CLIA publishes findings of scrubber technology studies

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Cruise Lines International Association (CLIA) is sharing the results of three recent studies which the association says confirms the limited Impact of Exhaust Gas Cleaning Systems (EGCS) ‘scrubber’ technology on marine environments.

EGCS process emissions from ships to almost completely remove sulphur content and significantly reduce particulate matter found in exhaust.

The three independent analyses released in 2019 found a minimal impact from EGCS, when operated in open-loop mode, including on water and sediment quality and marine life.

“EGCS systems are designed to effectively remove 98% of sulphur and well over 50% of particulate matter,” says Brian Salerno, senior vice president of maritime policy, CLIA. “These studies are important validators for the industry that these systems, whether operated in open or closed-loop modes, are safe for the environment, in compliance with the new restrictions set forth in IMO 2020 and in keeping with the industry’s commitment to responsible tourism practices.”

The most recent report, conducted by CE Delft and co-sponsored by CLIA, analysed the long-term impact of washwater discharges from EGCS on port water and sediment. Using empirical data from almost 300 EGCS washwater samples it was found that such discharges have a minimal environmental impact on water and sediment quality as compared to new European environmental quality standards entering into force in 2021.

The CE Delft report and its findings follow two additional studies released in 2019 which were conducted to further understand the impact of EGCS on marine environments. This includes a two-year study conducted by DNV GL, which found washwater samples from 53 cruise ships equipped with EGCS to be below the limits set by major international water quality standards. Another recent study, conducted by the Japanese Ministry of Land, Infrastructure, Transport and Tourism, found the impact of scrubbers on water quality and marine life to be negligible.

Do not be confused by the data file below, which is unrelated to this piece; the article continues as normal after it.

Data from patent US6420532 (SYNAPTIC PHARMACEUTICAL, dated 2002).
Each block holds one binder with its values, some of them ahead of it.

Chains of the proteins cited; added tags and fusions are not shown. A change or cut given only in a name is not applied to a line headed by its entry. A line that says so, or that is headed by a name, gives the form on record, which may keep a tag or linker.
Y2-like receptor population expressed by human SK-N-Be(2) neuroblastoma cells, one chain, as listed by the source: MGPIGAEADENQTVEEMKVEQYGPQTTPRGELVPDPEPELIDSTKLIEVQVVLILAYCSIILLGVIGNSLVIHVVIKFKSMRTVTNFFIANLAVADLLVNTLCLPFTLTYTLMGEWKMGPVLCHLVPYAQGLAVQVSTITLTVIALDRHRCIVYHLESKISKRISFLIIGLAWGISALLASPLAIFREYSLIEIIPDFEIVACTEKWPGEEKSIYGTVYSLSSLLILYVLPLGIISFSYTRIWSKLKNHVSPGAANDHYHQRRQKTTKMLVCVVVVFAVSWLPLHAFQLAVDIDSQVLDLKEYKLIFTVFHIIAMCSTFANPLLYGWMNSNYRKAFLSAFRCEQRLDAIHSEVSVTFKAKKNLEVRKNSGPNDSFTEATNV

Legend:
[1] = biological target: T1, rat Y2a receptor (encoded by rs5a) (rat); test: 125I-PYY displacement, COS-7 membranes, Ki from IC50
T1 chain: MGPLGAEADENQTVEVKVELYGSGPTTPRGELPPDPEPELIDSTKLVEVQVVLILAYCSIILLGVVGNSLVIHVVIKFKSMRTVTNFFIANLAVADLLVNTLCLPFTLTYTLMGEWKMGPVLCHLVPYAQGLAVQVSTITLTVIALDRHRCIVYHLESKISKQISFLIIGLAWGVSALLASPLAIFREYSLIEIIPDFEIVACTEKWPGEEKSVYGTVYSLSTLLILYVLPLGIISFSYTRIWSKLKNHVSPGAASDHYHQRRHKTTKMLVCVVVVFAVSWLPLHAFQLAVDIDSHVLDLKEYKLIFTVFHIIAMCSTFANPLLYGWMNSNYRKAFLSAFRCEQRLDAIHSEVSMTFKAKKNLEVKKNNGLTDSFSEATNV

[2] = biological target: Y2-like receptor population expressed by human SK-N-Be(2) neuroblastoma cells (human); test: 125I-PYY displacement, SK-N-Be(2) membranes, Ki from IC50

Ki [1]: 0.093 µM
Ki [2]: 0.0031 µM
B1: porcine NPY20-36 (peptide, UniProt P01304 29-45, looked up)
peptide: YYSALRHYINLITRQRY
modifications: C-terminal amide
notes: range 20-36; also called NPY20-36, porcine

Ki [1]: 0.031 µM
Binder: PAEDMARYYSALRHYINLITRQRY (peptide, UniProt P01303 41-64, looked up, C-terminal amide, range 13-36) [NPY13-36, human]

Taken together, the association asserts that these studies further support the use of EGCS technology as a viable means for compliance with the IMO’s 2020 sulphur requirements, which went into effect 1 January 2020 and mandate that emissions from maritime vessels do not exceed 0.5% sulphur content, compared to 3.5% previously.

Additional means of compliance with IMO’s 2020 regulations include the use of LNG fuel, which has virtually zero sulphur emissions, and use of compliant fuel such as Marine Gas Oil. The CLIA ocean-going cruise fleet includes two ships that are currently using LNG for primary propulsion, with another 25 under construction or on order.

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Marisa has been writing about transport design and the passenger experience since 2013 and is also a contributor to sister titles Aircraft Interiors International and Business Jet Interiors International. She has travelled the world extensively by car, plane, train and cruise liner.

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